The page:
The Associated PressThis undated photo made available by the Alabama Department of Corrections, shows Jason Lee Jackson, an inmate at the Elmore Correctional Facility in Elmore, Ala. Jackson was charged with murder in the stabbing death of Timothy Robertson. Jackson stabbed Robertson multiple times in the prison yard, Tuesday, July 25, 2017. (Alabama Department of Corrections via AP)
Another inmate was stabbed in a prison yard at Alabama’s Elmore Correctional Facility, the third prisoner slain this year at the overcrowded and understaffed lockup, officials said Wednesday.
Timothy Robertson, 47, was fatally wounded Tuesday night. Another inmate, Jason Lee Jackson, 28, was being charged with murder, the Department of Corrections said.
Video surveillance and witnesses identified Jackson as a suspect after an officer found Robertson in distress in a prison yard, the statement said. Robertson was serving 35 years for rape . Jackson is serving five years for robbery.
Two other prisoners died in separate stabbings in February, and an officer was wounded in a stabbing in March at the medium-security lockup north of Montgomery.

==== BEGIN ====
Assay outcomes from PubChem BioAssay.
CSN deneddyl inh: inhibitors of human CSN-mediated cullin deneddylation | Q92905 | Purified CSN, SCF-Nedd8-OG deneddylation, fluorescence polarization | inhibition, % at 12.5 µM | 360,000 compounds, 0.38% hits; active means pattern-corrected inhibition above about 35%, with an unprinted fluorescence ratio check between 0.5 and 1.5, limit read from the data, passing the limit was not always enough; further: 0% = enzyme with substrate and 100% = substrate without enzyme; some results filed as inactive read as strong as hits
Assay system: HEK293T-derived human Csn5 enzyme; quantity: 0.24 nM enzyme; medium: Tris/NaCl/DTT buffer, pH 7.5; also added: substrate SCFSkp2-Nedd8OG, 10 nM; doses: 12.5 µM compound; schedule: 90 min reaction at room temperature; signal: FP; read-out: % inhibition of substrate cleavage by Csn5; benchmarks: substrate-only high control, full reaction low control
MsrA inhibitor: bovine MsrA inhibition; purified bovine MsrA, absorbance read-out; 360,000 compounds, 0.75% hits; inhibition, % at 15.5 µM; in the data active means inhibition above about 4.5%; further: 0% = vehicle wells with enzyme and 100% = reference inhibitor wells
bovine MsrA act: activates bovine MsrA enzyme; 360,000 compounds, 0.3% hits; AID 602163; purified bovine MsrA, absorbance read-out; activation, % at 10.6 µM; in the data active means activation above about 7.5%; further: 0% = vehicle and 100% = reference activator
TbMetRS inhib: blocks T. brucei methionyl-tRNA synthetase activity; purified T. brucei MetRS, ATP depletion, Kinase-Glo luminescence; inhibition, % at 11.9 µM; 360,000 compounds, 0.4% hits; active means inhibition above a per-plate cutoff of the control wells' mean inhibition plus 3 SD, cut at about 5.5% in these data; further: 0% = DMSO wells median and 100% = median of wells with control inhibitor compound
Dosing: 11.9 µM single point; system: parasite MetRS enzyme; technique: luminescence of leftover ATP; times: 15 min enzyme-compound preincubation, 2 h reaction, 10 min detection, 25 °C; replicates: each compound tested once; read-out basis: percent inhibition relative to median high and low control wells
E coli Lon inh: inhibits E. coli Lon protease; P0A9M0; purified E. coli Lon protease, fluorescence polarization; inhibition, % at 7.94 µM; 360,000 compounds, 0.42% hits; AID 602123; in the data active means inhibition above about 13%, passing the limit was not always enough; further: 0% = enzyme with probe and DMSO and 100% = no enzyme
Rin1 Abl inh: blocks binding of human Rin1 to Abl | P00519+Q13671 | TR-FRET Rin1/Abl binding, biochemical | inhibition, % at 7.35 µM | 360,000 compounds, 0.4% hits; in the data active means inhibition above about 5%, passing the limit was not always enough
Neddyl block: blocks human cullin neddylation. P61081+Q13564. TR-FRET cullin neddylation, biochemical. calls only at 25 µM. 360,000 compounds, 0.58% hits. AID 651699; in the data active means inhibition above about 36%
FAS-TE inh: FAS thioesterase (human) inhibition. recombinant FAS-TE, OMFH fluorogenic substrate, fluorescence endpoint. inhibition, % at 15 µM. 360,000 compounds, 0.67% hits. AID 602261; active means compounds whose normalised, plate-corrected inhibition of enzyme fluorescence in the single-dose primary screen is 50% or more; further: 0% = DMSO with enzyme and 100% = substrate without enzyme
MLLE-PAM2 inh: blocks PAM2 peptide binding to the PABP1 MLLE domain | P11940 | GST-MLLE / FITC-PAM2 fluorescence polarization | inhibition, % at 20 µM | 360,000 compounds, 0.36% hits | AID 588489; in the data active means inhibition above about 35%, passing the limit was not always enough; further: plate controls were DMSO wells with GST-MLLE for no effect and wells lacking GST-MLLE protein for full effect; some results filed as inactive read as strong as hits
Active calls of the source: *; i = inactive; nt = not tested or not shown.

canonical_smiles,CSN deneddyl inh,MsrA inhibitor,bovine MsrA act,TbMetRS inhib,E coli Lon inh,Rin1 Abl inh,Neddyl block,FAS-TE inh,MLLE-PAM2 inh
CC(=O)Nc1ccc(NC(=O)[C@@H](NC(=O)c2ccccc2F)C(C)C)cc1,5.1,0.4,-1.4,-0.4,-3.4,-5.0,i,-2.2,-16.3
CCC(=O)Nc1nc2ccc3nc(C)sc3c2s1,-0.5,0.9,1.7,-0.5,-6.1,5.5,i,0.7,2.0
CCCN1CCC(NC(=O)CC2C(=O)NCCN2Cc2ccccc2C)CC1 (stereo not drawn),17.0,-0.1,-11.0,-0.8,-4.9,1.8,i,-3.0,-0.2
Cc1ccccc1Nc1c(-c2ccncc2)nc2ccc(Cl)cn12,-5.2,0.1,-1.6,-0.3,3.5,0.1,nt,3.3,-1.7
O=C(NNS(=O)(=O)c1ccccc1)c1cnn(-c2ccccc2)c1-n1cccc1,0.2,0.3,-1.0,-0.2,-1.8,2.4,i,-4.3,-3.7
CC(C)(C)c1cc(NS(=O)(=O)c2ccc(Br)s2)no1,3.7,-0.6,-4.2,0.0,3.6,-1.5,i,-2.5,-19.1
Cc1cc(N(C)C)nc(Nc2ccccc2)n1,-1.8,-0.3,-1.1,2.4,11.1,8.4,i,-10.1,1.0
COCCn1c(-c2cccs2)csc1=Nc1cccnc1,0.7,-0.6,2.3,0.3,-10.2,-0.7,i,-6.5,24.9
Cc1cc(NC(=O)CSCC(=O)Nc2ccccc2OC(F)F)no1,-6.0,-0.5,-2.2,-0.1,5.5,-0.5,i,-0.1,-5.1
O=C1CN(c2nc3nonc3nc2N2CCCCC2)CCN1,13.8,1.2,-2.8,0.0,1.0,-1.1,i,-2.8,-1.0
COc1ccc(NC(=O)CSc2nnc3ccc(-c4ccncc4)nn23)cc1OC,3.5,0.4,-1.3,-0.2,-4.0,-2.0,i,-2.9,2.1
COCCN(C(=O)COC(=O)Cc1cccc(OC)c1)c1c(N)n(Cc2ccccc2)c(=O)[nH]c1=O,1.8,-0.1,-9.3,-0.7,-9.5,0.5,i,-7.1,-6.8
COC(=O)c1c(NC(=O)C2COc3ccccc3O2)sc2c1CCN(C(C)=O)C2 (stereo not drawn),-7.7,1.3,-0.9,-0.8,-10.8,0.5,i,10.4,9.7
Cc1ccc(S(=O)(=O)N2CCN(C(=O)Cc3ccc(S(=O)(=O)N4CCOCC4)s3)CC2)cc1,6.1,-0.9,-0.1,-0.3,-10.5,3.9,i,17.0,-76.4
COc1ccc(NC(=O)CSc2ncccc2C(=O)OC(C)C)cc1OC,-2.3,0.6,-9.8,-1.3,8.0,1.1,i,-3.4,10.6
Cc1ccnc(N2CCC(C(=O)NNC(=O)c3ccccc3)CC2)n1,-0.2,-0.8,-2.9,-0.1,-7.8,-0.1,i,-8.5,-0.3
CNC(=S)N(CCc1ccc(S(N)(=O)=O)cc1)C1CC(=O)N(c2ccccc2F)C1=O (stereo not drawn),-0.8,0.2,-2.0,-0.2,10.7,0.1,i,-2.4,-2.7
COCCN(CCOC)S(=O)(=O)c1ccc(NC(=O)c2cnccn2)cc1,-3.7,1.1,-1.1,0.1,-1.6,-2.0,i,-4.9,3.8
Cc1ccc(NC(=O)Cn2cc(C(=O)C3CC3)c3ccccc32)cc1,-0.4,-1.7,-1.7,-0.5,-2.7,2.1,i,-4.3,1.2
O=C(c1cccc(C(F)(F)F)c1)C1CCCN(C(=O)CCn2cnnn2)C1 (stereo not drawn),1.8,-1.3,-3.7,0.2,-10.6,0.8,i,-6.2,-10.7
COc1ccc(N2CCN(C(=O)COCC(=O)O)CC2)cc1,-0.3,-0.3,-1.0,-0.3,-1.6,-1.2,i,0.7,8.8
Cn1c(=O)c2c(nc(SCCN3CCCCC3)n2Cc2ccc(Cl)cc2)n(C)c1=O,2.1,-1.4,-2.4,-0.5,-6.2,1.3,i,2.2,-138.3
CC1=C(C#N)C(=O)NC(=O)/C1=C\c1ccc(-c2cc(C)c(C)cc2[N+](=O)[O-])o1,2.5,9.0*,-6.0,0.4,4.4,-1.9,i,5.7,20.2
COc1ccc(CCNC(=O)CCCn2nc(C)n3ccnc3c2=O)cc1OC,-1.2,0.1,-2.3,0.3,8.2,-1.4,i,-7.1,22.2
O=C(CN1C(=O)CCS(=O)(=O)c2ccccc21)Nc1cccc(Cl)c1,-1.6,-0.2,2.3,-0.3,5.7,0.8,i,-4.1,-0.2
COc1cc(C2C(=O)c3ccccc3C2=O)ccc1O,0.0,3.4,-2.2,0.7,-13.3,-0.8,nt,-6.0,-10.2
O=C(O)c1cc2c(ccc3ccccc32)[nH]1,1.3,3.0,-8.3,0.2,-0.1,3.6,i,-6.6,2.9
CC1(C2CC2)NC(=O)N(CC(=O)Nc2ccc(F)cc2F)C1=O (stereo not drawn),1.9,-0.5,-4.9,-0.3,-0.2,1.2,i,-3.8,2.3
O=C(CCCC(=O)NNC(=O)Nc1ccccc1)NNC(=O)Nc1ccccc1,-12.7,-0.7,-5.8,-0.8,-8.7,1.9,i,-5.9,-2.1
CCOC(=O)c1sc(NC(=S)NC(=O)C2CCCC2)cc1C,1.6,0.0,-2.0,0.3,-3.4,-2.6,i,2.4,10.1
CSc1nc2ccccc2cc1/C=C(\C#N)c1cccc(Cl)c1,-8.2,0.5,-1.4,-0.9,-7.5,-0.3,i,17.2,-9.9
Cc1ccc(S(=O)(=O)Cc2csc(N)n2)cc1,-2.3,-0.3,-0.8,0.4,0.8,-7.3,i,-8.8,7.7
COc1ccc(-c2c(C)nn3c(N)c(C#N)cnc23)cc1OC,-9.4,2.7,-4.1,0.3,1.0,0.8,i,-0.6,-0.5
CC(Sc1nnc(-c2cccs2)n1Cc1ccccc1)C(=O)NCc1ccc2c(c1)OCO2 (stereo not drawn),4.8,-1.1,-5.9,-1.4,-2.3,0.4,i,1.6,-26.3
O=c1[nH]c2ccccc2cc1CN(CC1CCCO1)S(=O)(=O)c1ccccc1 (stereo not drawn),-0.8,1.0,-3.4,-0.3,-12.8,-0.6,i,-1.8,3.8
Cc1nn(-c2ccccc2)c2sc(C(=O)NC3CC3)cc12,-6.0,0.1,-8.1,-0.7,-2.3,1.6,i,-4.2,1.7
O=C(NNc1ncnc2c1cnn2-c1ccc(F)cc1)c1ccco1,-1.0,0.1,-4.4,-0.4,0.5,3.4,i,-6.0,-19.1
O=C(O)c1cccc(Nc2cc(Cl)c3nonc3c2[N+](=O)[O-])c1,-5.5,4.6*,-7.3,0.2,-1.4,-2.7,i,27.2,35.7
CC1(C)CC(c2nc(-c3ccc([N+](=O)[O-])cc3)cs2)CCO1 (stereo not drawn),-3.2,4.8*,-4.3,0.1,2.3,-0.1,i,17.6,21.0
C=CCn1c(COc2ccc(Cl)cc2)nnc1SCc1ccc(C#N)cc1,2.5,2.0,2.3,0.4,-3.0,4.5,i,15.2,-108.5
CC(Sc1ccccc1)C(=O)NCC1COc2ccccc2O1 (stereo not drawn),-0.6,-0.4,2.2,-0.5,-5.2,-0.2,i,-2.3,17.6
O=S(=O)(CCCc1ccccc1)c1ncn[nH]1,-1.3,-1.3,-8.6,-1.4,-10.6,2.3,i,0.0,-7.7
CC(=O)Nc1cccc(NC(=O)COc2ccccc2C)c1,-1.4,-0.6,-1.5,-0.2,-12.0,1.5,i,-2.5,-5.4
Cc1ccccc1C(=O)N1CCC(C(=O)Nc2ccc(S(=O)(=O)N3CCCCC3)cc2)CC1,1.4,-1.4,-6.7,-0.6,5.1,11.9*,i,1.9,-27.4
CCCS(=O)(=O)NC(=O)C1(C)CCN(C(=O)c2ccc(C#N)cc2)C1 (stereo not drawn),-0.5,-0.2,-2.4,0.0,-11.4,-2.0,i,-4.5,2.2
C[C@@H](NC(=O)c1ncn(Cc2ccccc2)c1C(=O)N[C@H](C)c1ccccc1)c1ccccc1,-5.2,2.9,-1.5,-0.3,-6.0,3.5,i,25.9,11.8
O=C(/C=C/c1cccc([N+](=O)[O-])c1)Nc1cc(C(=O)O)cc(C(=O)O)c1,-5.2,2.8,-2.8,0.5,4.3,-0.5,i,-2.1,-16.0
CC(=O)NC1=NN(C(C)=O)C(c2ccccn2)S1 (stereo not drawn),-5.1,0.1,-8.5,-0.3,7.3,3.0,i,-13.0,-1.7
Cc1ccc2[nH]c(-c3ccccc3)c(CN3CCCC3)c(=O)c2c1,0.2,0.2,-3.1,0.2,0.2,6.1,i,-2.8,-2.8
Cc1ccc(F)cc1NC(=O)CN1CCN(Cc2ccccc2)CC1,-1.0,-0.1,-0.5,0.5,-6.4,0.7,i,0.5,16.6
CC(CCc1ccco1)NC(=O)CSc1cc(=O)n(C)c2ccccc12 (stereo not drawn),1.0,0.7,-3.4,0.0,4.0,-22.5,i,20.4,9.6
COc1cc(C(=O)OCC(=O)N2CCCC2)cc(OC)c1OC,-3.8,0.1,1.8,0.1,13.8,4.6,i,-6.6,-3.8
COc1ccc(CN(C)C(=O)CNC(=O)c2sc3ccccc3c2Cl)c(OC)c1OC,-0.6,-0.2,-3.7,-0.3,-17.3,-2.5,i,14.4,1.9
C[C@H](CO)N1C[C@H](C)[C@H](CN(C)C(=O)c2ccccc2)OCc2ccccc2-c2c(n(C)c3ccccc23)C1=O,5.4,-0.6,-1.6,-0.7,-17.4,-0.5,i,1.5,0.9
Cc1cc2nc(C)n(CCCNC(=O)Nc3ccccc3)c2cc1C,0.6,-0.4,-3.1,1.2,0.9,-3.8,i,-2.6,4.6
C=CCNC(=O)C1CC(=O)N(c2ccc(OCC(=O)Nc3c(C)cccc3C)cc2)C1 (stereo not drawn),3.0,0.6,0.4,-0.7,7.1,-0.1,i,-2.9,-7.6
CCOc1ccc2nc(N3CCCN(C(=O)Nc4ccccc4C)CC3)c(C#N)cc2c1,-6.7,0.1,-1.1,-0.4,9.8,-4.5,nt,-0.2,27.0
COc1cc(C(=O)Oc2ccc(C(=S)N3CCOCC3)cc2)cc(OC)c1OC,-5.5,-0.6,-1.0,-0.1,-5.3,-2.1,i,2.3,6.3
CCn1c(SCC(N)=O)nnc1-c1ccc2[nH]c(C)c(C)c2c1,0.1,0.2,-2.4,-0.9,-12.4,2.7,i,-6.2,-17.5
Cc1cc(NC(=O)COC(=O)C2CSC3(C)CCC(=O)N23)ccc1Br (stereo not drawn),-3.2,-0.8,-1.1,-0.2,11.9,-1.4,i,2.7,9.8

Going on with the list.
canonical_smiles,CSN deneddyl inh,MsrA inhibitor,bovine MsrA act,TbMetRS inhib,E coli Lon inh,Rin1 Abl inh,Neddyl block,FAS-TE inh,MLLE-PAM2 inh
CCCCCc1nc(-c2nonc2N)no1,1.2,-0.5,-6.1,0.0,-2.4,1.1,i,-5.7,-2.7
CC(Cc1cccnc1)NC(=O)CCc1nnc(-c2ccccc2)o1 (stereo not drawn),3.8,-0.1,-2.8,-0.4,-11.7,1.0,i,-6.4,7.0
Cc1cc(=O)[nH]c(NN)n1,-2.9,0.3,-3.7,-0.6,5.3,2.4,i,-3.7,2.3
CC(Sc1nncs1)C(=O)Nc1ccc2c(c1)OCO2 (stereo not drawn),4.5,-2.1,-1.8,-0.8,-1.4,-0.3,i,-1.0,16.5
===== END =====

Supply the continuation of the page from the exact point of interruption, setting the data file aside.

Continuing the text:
Prison Commissioner Jeff Dunn said the agency is assessing all of its maximum- and medium-security facilities to determine where “critical staffing” is needed.
“The safety of our officers and those in our custody is our utmost concern, and we will employ all available resources to prevent the escalation of violence in light of recent incidents,” Dunn said in the statement.
In all this year, four homicides have happened in Alabama prisons, including one at nearby Staton Correctional Facility, and officers have been injured in six assaults, prison spokesman Bob Horton said in an email interview.
Officials don’t know of any single reason Elmore has a higher homicide rate than other state prisons, but the facility is badly overcrowded and understaffed.
Elmore has only 72 of the 169 officers it is authorized to employ, yet the prison population is at 190 percent of its designed capacity with 1,145 inmates, Horton said. As a result, inmates are packed into huge dormitories with limited oversight.
“The inmates are double-bunked and an officer’s line of sight inside the dorms is limited, which can lead to a higher risk of violent activity,” Horton said.
State lawmakers have refused proposals to construct new prisons, and administrators say low pay and dangerous working conditions make it difficult to hire and retain officers.